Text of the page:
Insurers can and must improve their claims-handling and un- derwriting practices in several key areas. That’s the message
market conduct regulators are sending to both life and health and property and casualty (p&c) insurers.
When the regulatory experts at
Wolters Kluwer Financial Services reviewed and analyzed the results of last
year’s state market conduct exams, two
criticisms were cited most frequently:
p&c insurers’ failure to handle claims
within specified time frames and their
use of unapproved forms and rates.
The Waltham, Mass.-based compliance
and risk management services provider
condensed the findings of its annual report
to a “top 10” list in order to create an easy
reference to assist insurers seeking to mini-
mize their compliance risk exposure. When
asked to explain what may be prevent-
ing insurers from staying compliant,
Kathy Donovan, senior compliance
counsel of insurance at Wolters Kluwer
Financial Services, had this to say:
“The regulatory landscape is getting
more complex as industry require-
ments and laws change constantly un-
der the direction of government and
industry oversight,” she explained.
“[This makes] it extremely challeng-
ing to embed regulatory requirements
into claims, underwriting, and distri-
bution processes. [However] strong
regulatory change management pro-
cesses and frequent self-audits are ex-
tremely effective in helping [insurers]
Undoubtedly, most claims ex- ecutives will readily tell you that they have a strong claims management program, which
is a crucial component of any claims department. They will point to policies,
procedures, guidelines, and claims audits.
They would also point to stringent litigation and billing guidelines for attorneys.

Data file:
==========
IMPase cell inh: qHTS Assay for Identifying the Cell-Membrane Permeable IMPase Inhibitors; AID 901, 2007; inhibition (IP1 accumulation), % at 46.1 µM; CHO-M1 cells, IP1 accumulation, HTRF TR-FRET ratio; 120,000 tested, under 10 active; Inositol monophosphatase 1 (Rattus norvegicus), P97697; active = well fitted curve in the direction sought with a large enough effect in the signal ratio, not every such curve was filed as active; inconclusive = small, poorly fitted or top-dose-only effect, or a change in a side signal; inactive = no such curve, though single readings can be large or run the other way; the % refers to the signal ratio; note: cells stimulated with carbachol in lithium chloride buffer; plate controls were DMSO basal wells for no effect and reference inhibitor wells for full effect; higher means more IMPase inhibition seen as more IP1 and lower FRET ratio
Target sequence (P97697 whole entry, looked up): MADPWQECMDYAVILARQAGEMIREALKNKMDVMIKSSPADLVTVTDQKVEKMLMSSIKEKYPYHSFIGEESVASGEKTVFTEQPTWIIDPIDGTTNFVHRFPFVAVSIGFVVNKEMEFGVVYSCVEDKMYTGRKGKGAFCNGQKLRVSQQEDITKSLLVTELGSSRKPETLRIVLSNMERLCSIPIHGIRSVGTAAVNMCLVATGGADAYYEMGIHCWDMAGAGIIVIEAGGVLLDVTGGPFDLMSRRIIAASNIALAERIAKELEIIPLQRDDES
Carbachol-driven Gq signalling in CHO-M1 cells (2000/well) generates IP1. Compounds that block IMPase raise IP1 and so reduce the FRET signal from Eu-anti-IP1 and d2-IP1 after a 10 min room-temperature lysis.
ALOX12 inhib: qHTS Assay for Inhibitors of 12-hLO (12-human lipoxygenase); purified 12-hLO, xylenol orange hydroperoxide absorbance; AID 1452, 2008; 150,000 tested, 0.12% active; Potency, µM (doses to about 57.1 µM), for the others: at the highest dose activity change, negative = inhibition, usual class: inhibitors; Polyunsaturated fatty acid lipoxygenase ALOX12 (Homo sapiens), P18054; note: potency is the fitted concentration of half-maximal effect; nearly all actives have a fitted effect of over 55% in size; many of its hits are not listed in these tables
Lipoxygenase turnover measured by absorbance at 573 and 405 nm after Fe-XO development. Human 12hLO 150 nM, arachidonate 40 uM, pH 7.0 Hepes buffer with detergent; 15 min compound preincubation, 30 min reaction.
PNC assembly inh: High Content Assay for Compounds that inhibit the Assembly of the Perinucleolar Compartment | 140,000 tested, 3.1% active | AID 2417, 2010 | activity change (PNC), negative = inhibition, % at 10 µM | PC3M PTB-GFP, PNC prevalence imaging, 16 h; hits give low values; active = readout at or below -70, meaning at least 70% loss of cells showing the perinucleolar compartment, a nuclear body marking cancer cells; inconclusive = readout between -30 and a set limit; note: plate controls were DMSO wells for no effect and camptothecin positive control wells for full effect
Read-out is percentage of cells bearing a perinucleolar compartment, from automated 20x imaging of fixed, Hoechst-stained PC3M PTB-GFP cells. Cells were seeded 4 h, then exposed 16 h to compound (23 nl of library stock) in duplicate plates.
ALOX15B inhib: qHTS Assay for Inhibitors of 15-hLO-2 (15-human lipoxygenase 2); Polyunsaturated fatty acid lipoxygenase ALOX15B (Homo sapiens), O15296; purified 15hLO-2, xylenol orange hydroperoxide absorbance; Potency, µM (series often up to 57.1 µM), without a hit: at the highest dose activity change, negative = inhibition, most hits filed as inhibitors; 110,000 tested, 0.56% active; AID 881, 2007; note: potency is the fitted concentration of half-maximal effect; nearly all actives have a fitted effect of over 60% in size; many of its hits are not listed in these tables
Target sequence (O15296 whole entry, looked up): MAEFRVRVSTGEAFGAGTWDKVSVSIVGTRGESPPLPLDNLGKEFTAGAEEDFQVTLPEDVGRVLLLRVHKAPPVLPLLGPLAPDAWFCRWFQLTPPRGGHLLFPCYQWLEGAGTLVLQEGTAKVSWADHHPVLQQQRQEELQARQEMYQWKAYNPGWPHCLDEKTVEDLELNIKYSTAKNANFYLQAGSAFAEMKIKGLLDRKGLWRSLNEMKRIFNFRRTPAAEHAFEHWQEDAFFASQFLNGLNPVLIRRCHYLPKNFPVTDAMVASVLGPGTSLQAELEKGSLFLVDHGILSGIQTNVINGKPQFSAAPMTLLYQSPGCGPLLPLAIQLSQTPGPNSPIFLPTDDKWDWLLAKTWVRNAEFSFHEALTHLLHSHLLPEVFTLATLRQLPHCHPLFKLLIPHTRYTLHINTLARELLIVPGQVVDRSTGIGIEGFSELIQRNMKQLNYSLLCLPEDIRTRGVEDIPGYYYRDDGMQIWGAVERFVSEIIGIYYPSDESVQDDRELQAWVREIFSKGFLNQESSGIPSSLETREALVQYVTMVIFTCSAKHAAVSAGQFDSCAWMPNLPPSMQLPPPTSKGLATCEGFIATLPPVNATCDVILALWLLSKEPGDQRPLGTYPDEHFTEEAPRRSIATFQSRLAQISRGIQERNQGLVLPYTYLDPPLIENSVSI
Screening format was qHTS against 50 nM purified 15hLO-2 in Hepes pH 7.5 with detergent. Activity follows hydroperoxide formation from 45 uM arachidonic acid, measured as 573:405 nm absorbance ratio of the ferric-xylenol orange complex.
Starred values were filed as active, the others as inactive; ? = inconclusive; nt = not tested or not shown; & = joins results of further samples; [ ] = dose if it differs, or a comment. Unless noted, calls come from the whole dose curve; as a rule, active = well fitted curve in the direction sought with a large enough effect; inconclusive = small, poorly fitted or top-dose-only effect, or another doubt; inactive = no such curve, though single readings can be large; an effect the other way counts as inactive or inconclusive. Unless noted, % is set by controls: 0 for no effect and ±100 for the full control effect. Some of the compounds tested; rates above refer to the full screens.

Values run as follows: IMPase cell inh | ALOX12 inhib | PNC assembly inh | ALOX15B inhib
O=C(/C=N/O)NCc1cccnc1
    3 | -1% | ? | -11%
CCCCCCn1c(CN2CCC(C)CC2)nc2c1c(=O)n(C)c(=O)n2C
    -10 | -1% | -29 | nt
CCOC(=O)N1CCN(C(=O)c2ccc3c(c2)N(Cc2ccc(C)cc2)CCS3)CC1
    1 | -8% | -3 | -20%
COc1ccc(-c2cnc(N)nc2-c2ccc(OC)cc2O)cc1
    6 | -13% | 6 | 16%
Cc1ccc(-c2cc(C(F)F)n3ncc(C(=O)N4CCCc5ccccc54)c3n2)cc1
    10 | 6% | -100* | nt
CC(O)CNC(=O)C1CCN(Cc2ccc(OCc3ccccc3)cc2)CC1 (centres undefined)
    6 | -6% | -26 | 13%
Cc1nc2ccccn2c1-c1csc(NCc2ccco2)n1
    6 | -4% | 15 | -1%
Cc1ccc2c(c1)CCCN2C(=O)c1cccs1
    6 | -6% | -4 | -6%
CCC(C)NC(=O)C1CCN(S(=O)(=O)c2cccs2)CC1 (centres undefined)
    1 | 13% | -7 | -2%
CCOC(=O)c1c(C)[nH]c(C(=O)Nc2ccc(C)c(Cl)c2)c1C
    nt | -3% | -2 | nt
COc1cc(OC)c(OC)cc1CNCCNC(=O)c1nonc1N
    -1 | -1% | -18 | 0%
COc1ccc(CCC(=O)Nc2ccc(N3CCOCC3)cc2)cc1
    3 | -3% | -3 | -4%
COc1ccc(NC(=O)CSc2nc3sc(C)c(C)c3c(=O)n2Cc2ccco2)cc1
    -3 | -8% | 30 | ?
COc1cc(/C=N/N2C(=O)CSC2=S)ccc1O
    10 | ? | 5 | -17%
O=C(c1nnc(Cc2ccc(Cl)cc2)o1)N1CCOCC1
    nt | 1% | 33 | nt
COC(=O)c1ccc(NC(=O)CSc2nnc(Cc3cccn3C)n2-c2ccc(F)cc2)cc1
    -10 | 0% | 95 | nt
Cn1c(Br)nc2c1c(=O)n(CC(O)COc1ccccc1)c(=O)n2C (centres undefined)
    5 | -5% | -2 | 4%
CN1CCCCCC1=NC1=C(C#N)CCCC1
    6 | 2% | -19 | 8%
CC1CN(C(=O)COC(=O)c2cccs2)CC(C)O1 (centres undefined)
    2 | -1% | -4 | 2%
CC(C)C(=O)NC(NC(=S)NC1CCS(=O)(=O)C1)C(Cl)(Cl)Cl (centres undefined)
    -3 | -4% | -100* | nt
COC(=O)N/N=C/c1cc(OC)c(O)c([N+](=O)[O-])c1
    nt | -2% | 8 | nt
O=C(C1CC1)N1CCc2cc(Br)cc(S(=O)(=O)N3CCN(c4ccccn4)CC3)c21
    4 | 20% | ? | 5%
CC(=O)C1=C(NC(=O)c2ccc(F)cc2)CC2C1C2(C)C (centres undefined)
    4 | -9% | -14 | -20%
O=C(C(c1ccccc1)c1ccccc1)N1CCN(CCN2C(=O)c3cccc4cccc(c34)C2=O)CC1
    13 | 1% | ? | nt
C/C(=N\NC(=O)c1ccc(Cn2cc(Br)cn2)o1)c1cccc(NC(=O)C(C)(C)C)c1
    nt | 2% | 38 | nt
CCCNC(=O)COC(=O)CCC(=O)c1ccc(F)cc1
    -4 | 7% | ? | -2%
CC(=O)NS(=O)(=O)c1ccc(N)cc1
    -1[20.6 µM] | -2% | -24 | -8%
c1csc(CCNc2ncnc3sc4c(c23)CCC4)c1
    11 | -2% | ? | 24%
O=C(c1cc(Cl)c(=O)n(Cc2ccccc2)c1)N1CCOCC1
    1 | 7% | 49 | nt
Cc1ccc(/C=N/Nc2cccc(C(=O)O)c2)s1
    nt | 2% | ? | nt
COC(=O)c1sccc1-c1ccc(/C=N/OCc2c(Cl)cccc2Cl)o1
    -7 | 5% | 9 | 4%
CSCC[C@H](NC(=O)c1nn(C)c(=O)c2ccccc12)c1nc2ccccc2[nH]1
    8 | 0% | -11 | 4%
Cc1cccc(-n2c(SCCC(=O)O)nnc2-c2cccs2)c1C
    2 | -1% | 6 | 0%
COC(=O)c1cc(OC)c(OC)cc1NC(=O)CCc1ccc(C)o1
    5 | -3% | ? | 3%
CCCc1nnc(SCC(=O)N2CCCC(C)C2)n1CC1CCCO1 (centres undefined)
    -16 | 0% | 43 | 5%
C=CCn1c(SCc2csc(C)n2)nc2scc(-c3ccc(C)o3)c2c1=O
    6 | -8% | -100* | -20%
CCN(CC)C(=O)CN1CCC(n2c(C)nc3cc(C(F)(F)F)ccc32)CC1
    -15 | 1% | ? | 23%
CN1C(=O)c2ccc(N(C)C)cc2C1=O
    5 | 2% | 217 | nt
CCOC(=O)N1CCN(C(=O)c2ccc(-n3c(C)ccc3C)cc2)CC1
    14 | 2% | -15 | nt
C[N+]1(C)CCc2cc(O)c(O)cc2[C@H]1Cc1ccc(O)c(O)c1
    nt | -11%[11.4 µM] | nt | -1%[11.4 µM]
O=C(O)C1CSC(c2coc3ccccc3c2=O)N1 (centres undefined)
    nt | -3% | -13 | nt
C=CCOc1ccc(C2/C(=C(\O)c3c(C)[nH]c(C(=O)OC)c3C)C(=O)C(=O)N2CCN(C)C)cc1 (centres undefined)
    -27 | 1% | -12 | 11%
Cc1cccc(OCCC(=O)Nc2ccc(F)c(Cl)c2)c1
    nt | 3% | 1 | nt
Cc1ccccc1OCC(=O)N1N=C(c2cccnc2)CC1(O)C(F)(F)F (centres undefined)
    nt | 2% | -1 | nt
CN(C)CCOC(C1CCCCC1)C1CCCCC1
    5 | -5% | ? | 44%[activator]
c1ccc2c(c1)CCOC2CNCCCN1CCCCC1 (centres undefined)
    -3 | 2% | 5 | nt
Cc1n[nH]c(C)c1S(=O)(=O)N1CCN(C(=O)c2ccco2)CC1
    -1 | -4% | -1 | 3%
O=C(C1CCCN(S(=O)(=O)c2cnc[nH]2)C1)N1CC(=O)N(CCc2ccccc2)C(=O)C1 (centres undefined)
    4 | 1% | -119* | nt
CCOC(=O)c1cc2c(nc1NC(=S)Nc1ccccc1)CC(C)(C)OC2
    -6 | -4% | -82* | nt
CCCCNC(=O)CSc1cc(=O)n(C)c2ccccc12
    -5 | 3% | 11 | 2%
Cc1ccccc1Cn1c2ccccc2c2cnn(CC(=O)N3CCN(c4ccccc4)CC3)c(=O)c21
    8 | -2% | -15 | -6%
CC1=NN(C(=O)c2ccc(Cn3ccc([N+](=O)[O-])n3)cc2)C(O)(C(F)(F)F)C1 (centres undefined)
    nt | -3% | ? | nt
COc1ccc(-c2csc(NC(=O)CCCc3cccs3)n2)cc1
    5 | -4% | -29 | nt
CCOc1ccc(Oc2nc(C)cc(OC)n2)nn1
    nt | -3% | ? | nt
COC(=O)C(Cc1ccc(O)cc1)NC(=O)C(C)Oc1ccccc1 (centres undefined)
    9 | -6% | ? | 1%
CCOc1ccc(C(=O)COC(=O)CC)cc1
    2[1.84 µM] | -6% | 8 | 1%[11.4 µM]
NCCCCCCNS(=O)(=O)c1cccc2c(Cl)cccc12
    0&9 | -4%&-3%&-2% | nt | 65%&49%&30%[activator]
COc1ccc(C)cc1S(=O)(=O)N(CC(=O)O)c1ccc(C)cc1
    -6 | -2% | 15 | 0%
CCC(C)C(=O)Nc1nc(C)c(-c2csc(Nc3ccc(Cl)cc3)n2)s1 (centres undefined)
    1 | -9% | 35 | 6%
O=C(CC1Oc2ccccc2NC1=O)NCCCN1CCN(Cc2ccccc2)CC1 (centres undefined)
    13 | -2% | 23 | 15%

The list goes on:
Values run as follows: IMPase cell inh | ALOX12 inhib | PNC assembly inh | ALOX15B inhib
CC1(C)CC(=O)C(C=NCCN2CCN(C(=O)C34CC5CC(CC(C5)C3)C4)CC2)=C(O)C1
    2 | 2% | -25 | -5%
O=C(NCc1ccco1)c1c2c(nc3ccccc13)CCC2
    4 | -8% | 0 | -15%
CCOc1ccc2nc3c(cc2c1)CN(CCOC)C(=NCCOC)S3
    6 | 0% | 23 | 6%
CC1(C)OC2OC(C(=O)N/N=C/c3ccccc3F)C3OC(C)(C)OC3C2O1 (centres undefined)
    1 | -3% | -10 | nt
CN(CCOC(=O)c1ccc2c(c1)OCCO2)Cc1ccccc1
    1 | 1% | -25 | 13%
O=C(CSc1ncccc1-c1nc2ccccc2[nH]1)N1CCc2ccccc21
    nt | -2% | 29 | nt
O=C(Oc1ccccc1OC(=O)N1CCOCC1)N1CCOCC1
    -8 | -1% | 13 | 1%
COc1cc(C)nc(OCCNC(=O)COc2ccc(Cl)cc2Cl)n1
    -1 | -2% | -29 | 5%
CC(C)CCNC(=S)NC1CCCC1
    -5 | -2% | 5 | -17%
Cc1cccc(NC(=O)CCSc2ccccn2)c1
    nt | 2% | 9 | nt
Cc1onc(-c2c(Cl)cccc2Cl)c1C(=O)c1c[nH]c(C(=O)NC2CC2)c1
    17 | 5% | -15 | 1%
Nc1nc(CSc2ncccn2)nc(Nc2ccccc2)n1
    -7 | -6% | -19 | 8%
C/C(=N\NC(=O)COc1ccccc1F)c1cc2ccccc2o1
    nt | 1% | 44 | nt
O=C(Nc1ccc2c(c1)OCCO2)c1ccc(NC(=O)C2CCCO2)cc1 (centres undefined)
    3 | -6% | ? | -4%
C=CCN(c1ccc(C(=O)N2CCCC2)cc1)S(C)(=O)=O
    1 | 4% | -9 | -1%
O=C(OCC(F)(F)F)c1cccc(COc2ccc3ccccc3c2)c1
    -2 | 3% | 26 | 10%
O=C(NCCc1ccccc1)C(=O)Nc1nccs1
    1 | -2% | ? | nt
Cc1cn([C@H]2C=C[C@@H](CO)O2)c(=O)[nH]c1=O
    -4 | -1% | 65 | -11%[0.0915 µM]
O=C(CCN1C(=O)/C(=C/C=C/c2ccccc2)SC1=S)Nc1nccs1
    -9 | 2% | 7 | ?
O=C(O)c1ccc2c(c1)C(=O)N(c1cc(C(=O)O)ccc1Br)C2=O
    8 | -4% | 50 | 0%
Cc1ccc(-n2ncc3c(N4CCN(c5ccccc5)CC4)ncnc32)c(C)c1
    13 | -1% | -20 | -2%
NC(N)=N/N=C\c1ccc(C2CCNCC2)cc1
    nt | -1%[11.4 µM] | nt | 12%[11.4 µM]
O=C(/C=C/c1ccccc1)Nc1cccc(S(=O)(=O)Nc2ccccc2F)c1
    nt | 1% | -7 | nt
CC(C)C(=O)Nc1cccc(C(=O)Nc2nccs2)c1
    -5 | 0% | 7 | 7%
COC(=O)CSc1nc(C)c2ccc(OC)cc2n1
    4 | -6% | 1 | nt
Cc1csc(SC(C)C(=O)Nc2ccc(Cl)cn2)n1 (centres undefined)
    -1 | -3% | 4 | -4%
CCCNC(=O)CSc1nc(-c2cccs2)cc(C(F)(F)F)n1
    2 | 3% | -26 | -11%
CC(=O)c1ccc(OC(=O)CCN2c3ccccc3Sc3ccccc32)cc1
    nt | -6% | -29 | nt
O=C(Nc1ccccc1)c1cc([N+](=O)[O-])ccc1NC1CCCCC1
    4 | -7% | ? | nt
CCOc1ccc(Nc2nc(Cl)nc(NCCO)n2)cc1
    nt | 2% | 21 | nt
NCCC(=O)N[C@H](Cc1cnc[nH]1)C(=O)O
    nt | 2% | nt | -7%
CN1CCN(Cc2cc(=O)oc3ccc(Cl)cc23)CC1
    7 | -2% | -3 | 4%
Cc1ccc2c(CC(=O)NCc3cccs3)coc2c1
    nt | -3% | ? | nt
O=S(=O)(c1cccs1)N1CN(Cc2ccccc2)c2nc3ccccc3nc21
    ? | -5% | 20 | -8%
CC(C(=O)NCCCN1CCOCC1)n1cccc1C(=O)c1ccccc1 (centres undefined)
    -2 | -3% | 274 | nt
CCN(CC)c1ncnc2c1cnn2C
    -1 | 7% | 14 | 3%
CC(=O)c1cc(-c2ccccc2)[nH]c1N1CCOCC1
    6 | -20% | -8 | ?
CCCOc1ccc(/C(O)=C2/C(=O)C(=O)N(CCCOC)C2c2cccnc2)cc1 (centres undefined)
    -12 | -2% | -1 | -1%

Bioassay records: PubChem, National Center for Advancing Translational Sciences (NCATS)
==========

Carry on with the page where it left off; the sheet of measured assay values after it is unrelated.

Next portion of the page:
But do they fully consider the intersection
between their claims management program and bad faith? I’m not so sure, given
my recent experience.
In one case, the manager responsible for
claims and litigation management relied
solely upon the adjuster’s summary of the
investigation in supporting a denial for a
claim worth well over $1 million. Had that
manager only briefly reviewed the file, he
would have seen that the adjuster’s “in-
vestigation” was woefully inadequate and
violated not only claims best practices, but
also the company’s own claims procedures.
In another, the claims manager failed to
take an active role in managing an uninsured
motorist claim until over 18 months after a
demand for the policy limits had been made.
However, by then, the bad faith had been
committed, and the damage was done. In
both cases, the policyholders have filed suit
against the insurer for breach of contract and
bad faith. Both suits could have been avoided
through active claims management.
Three Impediments To Action
Given the intersection between claims
management in bad faith claim, why aren’t
carriers engaging in active claims management? I have some theories:
1. Lack of time and resources. Just as
claims adjusters have a legitimate complaint about unreasonable case loads, so
do claims managers, who often are managing the caseloads of multiple adjusters.
Now add those duties to those associated
with employee management and other
management duties, and it becomes easy
Prevent Bad Faith and Unnecessary Litigation
with Active Claims Management
By Suzanne M. Ganier
Ganier has more
than 19 years
in the insurance
such as counsel,
and director of
Regulators Share Top 10
Gripes About P&C Insurers
Claims Handling, Underwriting Dominate List
By Christina Bramlet